Think Before You Film: What You Need to Know When Planning a Video
For B2B marketers, video offers an opportunity to engage your audience and bring your message to life in ways that other media can’t match. Here at The Mx Group, we create high-impact videos for our clients — but we also recommend that clients develop videos on their own, since a regular stream of video content is important to supporting a robust content marketing initiative.
We’ve developed some recommendations that will help you successfully plan and execute your video projects. Follow these guidelines and you’ll find yourself with high-quality content that helps you tell your story and feeds your audience’s appetite for video.
Planning a video can seem daunting if you don’t know much about the medium. It’s often helpful to think about video in terms of its three basic components: story, characters and shot list. Whether you’re working with an outside source to develop a sophisticated brand video or preparing to record an event with your phone, here’s what you need to think about before you shoot:
Shaping Your Story
Even the simplest video needs a storyline of some kind to give it structure. You’ll devote most of your planning time to the development of your story. As you work, keep the following points in mind:
• To tell a good story, you first have to ask good questions.
Specifically, you should ask yourself:
- • Who is my audience?
- • What do I want them to feel or do?
- • How will I use the video?
Your answers will help you decide what story to tell.
• Your story needs a clear focus.
Your story should center around one specific topic. For example, if you’re going to shoot a video about cowboys, you could focus on what cowboys do, how they speak or where they live. Your focus will determine the tone — whether you want the video to be lighthearted, dark or somewhere in between.
• The terms “script” and “storyboard” are not interchangeable.
And you usually need both when planning a video. The script outlines the flow of your story through voiceover and / or on-screen text. The storyboard takes the form of sketches (digital or analog) and shows how the story will come to life on-screen through footage, graphics and / or animation. Together, the script and storyboard serve as a map for navigating through your story from beginning to end.
Casting Your Characters
A character is anyone who appears on-screen in your video. Casting the right characters and thoroughly preparing them for the shoot will help you bring your video to life.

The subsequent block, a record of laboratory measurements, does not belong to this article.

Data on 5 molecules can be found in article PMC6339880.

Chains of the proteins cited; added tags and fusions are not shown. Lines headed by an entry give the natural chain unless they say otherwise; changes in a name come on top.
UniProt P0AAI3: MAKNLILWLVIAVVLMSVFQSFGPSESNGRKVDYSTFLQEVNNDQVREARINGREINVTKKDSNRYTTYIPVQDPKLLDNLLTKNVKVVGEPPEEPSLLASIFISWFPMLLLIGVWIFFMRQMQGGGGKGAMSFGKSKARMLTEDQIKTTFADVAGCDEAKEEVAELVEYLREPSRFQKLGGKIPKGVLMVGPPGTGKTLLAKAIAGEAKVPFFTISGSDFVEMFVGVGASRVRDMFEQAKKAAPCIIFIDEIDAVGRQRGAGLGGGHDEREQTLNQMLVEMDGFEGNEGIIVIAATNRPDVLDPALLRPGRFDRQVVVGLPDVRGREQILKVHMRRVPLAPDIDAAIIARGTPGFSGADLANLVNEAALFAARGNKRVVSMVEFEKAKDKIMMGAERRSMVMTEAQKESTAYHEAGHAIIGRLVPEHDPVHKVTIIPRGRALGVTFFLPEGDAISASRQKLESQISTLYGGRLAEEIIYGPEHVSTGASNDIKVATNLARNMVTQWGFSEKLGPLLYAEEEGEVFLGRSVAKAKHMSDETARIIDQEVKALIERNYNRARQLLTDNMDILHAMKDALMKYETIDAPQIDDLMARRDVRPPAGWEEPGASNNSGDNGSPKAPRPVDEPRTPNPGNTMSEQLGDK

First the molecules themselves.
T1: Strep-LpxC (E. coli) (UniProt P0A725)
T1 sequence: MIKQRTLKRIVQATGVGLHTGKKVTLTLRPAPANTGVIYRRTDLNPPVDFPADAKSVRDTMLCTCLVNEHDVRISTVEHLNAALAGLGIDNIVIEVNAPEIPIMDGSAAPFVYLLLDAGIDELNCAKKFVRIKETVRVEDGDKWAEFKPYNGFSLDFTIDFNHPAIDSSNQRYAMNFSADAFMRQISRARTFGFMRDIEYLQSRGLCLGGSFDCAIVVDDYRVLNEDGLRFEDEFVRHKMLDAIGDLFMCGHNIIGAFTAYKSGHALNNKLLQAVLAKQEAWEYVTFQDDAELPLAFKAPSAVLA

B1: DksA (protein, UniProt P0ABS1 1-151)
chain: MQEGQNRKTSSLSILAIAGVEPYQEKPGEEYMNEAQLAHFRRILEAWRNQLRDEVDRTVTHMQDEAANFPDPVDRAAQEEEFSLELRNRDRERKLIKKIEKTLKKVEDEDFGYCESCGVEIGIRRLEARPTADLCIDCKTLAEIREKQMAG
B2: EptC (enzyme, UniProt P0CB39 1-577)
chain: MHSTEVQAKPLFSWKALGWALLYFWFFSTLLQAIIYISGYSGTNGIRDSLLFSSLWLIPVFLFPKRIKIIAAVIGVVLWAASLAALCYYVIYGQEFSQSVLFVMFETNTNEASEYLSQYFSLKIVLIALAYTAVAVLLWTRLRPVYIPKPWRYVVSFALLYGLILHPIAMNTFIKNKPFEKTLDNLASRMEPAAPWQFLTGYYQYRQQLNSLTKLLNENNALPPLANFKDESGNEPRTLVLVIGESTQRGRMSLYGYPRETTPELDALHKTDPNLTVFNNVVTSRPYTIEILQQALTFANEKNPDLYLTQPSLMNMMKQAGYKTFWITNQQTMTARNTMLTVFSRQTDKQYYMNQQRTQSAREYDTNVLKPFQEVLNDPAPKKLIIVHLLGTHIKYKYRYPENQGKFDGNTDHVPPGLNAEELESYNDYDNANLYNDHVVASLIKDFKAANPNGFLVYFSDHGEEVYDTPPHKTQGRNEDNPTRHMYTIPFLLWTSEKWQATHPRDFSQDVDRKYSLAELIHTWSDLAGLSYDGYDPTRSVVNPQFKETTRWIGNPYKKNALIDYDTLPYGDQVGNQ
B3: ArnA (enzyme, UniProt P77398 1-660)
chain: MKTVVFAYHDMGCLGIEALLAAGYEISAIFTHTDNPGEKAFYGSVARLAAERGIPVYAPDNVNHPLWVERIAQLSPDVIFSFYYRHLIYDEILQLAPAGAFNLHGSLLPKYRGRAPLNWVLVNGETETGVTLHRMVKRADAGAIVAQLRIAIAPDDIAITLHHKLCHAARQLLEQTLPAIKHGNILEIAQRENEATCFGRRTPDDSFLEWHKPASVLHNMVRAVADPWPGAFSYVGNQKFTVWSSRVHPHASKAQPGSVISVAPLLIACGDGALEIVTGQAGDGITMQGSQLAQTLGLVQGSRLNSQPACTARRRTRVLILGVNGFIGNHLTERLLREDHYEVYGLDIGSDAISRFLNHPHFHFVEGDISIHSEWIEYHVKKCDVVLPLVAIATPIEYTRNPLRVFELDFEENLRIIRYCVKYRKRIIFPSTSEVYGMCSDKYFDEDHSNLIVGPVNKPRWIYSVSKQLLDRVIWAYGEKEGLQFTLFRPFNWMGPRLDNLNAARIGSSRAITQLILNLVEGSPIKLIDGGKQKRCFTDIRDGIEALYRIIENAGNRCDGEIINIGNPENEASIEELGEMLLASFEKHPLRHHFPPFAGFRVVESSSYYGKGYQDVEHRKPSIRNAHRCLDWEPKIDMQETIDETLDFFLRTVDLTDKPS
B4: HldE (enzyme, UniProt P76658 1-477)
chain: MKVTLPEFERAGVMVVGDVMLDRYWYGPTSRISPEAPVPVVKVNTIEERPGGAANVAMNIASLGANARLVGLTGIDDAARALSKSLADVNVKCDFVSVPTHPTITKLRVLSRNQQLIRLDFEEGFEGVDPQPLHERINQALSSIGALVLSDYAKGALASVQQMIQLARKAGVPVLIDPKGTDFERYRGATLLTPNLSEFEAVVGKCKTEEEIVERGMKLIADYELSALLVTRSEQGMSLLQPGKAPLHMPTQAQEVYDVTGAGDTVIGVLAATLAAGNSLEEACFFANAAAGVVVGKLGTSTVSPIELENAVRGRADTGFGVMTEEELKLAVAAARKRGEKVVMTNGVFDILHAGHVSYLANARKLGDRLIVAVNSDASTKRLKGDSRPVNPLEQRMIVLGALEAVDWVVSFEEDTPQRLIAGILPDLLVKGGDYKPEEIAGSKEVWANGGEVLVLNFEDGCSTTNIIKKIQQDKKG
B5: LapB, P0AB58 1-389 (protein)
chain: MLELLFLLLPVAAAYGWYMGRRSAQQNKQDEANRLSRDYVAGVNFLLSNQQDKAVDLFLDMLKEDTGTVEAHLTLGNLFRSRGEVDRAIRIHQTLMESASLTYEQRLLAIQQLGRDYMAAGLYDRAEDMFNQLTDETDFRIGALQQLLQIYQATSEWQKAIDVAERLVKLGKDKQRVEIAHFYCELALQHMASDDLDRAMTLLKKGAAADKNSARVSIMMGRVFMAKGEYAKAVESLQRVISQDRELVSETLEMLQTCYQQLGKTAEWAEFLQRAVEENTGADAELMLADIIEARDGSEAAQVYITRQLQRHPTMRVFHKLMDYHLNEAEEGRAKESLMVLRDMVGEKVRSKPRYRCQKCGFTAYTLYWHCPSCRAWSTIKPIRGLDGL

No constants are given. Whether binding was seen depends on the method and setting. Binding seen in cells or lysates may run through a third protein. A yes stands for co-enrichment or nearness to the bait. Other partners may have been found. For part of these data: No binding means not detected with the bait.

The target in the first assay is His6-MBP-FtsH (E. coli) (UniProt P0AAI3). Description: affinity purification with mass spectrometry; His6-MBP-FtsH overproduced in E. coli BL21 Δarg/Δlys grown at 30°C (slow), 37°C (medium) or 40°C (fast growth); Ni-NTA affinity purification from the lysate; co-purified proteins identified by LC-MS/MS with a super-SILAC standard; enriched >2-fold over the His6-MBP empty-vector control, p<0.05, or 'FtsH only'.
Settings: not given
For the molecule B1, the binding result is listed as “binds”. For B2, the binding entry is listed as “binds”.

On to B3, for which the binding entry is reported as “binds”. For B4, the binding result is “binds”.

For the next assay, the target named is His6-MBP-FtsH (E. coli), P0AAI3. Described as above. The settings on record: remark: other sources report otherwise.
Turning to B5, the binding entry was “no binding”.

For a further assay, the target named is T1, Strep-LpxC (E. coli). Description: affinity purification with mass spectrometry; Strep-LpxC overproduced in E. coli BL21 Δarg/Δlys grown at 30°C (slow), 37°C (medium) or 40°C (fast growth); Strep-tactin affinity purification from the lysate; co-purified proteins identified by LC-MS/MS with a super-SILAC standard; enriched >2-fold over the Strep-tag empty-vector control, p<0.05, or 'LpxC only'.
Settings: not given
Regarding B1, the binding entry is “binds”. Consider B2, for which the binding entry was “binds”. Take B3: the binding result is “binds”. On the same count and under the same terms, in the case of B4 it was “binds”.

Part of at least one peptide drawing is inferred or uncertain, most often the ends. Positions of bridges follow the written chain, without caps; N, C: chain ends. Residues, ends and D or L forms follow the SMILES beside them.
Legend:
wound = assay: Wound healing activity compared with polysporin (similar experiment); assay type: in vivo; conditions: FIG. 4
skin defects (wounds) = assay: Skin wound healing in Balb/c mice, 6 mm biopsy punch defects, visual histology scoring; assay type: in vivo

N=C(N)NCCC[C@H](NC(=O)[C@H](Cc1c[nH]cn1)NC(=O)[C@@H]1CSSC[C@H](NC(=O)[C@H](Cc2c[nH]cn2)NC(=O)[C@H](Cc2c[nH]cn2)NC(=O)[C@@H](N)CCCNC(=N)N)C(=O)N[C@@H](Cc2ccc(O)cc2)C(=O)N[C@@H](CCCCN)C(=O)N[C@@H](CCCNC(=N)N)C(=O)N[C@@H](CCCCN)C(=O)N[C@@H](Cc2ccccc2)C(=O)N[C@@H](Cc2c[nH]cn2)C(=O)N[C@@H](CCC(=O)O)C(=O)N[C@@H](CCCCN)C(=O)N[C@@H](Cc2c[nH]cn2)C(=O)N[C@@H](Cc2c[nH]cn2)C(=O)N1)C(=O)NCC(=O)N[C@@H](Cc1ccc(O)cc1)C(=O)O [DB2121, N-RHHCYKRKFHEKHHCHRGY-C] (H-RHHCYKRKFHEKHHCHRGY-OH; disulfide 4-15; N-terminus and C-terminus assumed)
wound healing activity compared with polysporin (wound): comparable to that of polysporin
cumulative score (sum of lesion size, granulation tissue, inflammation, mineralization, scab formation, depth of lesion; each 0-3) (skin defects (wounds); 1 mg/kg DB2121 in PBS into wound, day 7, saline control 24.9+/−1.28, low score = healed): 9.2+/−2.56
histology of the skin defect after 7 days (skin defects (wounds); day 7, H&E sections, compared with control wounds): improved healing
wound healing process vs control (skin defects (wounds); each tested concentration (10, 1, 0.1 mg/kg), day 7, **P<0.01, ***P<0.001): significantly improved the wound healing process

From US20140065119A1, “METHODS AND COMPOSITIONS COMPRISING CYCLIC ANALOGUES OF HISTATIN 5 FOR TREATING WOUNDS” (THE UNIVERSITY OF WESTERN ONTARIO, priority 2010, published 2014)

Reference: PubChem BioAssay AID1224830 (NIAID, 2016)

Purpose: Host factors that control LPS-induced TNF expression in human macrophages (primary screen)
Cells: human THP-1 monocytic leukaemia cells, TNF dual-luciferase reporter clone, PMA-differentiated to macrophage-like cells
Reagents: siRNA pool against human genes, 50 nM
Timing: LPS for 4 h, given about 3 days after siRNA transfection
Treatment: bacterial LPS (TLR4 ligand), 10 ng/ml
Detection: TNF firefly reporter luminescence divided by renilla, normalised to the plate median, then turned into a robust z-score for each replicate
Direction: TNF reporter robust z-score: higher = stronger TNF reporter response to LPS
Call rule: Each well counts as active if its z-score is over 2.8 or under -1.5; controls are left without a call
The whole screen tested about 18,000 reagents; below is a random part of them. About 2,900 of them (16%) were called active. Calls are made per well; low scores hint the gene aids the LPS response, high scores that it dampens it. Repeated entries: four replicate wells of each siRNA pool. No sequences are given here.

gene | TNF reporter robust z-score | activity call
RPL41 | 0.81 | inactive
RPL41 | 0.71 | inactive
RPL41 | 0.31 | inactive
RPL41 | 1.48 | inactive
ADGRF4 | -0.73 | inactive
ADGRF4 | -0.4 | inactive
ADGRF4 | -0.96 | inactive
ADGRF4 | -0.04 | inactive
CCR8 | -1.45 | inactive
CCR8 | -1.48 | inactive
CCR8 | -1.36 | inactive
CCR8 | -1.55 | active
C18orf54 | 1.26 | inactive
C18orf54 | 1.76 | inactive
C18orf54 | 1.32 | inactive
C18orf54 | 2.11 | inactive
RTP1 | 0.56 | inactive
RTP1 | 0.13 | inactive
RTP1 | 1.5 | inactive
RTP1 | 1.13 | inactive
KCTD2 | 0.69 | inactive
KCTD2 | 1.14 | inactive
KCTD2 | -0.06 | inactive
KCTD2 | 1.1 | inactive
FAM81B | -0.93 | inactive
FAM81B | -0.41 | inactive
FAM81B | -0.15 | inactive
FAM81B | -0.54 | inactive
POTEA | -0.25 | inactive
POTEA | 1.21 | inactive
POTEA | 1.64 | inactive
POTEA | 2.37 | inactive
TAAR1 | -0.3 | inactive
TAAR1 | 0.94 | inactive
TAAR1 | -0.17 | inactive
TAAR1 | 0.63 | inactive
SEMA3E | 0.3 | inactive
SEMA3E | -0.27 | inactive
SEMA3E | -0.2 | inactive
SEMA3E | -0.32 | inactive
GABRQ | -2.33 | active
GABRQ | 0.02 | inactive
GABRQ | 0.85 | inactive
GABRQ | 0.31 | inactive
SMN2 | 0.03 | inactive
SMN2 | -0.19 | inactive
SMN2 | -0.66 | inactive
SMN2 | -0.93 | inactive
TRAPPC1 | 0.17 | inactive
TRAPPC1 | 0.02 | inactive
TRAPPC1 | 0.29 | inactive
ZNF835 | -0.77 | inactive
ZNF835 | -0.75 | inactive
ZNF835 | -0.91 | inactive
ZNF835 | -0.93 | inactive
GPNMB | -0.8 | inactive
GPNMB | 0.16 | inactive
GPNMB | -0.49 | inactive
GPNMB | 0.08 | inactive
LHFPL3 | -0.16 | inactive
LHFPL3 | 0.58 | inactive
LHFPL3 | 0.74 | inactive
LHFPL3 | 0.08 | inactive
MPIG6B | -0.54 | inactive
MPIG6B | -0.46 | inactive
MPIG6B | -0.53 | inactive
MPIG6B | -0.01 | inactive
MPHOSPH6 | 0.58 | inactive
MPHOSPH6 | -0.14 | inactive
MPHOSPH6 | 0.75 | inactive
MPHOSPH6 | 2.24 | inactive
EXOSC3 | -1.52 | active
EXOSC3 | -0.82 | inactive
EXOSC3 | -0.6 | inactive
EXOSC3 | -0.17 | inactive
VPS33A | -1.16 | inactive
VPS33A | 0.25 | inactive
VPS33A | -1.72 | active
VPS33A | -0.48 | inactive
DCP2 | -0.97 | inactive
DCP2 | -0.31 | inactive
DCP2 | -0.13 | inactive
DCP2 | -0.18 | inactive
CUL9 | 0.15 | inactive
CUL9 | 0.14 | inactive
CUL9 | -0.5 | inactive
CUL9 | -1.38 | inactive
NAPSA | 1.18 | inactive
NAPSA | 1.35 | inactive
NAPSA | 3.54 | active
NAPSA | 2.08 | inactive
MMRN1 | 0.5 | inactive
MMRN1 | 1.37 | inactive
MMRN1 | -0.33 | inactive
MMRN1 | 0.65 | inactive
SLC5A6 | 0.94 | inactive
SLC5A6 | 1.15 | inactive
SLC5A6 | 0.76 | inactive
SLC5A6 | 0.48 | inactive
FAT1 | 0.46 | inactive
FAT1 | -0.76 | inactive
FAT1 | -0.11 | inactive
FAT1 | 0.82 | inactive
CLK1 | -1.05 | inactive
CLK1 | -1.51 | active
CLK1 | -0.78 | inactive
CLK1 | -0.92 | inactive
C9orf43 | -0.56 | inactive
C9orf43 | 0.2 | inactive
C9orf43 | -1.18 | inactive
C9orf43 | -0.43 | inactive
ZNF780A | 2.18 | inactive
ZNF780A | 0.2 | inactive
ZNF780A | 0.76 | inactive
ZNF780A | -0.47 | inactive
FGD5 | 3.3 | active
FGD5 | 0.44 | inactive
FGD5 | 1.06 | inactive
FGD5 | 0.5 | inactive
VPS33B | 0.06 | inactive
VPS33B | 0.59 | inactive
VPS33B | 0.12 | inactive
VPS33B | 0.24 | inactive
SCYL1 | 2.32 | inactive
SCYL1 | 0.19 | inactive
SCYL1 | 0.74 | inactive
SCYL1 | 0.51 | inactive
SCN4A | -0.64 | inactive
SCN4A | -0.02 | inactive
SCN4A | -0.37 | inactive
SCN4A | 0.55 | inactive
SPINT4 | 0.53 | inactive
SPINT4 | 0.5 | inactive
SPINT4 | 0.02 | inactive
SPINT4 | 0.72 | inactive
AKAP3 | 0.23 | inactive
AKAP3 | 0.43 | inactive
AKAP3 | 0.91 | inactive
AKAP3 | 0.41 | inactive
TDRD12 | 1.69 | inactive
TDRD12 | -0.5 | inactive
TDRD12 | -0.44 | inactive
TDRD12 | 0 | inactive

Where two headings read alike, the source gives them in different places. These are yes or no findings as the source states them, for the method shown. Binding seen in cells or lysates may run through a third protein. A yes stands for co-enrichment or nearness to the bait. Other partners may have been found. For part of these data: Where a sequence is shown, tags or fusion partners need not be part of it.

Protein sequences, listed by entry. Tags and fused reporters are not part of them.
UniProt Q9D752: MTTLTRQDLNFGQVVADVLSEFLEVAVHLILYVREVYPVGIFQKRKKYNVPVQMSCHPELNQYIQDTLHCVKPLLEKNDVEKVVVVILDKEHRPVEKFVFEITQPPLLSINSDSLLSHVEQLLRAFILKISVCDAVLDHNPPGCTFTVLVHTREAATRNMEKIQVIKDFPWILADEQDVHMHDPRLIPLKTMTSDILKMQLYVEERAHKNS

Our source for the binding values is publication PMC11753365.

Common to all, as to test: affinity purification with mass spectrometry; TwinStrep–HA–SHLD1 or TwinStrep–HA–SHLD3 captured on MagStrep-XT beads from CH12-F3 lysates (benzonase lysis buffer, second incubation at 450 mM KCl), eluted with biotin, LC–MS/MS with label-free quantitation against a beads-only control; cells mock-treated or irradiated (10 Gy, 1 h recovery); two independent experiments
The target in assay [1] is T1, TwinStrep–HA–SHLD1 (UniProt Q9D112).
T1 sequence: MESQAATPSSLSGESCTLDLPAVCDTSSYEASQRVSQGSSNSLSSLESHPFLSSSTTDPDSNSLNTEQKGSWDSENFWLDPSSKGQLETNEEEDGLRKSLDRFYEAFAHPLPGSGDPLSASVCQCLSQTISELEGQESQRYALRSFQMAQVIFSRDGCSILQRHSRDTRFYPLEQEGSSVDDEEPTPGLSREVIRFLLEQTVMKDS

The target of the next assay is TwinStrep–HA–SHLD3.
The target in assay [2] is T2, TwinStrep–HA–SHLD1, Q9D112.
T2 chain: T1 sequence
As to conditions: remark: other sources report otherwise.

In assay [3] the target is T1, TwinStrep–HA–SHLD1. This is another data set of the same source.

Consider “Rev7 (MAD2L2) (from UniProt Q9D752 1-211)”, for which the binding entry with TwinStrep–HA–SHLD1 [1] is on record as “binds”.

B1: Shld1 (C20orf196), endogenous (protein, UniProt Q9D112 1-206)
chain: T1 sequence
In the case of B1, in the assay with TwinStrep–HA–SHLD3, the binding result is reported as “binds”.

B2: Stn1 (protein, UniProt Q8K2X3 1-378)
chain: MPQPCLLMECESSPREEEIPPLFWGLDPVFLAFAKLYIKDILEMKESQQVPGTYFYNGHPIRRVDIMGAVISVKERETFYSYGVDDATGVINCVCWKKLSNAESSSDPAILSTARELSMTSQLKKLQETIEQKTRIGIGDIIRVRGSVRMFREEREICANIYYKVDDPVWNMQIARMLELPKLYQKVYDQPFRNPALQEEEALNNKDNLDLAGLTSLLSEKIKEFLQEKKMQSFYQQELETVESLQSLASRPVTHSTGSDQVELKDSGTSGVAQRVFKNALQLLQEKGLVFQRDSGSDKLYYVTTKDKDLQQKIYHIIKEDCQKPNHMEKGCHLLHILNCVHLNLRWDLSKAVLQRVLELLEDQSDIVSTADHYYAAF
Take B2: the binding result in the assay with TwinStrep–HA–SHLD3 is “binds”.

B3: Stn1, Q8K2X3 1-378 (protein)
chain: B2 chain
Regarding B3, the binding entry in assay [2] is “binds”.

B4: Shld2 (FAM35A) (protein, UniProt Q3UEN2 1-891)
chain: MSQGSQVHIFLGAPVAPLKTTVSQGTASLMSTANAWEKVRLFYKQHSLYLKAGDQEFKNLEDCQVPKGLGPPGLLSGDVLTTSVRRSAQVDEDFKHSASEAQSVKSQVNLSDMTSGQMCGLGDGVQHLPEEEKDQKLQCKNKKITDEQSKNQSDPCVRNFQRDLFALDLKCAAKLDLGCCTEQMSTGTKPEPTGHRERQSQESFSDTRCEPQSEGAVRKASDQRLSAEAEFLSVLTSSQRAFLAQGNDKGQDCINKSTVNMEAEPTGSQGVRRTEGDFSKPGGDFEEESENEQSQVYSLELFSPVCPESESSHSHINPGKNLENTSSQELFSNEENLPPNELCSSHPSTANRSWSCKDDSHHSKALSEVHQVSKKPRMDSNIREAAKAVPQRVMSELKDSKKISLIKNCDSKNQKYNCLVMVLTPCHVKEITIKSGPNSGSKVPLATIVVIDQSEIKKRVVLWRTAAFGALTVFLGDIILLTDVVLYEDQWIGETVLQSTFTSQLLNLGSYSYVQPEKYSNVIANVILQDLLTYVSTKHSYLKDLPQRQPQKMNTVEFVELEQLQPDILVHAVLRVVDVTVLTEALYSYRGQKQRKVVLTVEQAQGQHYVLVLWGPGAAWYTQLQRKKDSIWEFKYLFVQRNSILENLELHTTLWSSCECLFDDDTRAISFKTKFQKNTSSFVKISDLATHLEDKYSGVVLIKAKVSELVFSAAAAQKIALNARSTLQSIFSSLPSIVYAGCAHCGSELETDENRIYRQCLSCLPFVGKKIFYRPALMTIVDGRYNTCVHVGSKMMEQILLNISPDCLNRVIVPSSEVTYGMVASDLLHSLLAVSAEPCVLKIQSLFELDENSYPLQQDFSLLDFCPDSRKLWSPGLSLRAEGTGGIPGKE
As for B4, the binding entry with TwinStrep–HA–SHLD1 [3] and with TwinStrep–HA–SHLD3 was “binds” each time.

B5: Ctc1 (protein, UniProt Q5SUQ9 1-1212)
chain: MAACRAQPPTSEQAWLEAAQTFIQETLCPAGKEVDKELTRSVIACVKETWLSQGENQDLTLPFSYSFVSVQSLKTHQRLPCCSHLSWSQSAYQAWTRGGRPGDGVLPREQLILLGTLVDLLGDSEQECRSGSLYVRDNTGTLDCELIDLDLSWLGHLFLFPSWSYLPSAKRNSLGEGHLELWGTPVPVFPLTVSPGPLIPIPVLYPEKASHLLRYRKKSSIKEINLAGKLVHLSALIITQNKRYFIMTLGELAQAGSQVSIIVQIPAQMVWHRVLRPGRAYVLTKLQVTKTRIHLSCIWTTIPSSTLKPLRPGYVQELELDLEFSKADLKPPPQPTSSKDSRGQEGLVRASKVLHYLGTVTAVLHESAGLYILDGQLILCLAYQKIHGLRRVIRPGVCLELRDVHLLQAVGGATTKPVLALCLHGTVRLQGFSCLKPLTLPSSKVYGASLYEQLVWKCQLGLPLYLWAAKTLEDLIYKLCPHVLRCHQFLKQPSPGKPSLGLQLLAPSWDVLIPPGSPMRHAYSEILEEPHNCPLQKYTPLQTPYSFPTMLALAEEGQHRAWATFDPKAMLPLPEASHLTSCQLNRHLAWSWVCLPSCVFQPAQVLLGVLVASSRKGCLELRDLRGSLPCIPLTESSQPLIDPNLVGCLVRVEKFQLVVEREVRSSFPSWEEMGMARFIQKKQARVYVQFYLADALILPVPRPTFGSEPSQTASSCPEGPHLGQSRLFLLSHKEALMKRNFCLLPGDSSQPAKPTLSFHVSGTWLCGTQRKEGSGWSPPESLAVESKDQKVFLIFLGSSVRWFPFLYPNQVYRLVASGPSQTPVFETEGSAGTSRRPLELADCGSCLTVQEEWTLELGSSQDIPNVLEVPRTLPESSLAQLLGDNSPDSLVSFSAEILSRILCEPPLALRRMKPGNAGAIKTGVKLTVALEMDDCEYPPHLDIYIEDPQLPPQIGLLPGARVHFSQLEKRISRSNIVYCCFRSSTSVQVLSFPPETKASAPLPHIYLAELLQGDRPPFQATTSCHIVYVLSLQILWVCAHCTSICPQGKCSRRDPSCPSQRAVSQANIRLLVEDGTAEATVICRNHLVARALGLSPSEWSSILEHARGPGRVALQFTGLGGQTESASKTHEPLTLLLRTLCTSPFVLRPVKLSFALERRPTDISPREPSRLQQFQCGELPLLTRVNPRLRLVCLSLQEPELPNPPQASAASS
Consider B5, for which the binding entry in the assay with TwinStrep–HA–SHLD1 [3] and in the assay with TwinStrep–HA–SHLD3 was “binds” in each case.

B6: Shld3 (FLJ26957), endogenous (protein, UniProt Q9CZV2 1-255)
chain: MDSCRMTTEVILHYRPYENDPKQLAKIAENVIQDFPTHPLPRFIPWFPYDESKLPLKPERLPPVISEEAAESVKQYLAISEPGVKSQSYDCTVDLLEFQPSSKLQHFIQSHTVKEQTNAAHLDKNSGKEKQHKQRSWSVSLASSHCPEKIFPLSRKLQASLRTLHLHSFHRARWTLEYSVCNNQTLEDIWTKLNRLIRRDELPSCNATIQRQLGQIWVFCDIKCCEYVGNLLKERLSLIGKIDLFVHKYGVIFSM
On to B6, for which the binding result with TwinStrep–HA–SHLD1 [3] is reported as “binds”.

• You don’t need professional actors.
In fact, sometimes it’s better — not to mention cheaper — to use “real” people in your video. For example, your audience might appreciate hearing your employees tell your brand story. Just recognize that they’ll need extra time to rehearse and feel comfortable on camera.
• Preparation makes perfect.
Regardless of their experience level, your characters will need to practice — but you can help by prepping them as much as possible. For example, if you’re going to interview one of your characters on camera, write questions that will give you the answers you want. Anticipate how you’ll react to different answers. And give your characters the questions — or at least the topic — well in advance.
Building Your Shot List
A shot list is exactly what it sounds like: a list of what you need to shoot for your video. While your storyboard outlines the flow of your story, the shot list outlines an itinerary for your filming day.
• A solid shot list will help you stick to your budget.
Thinking through your shot list ahead of time will help you or your film crew get all the necessary footage in the most efficient way possible. For example, if your story begins and ends with a cowboy riding a horse, you’ll probably want to shoot the clips around the same time, rather than making the cowboy saddle up twice.
• Weather and daylight hours will impact your shot list.
A quick check of the radar map and sunrise / sunset times will allow you to make any necessary adjustments to your shot list. You don’t want to schedule your cowboy’s horseback ride during a storm or after sunset — unless that’s key to your story. If you do want to shoot under adverse conditions, you and your film crew will need to know in advance so you can bring the right equipment.
Planning your story, characters and shot list ahead of time will make your big video project much more manageable. Once you’ve got a plan in place, you’ll be ready to film!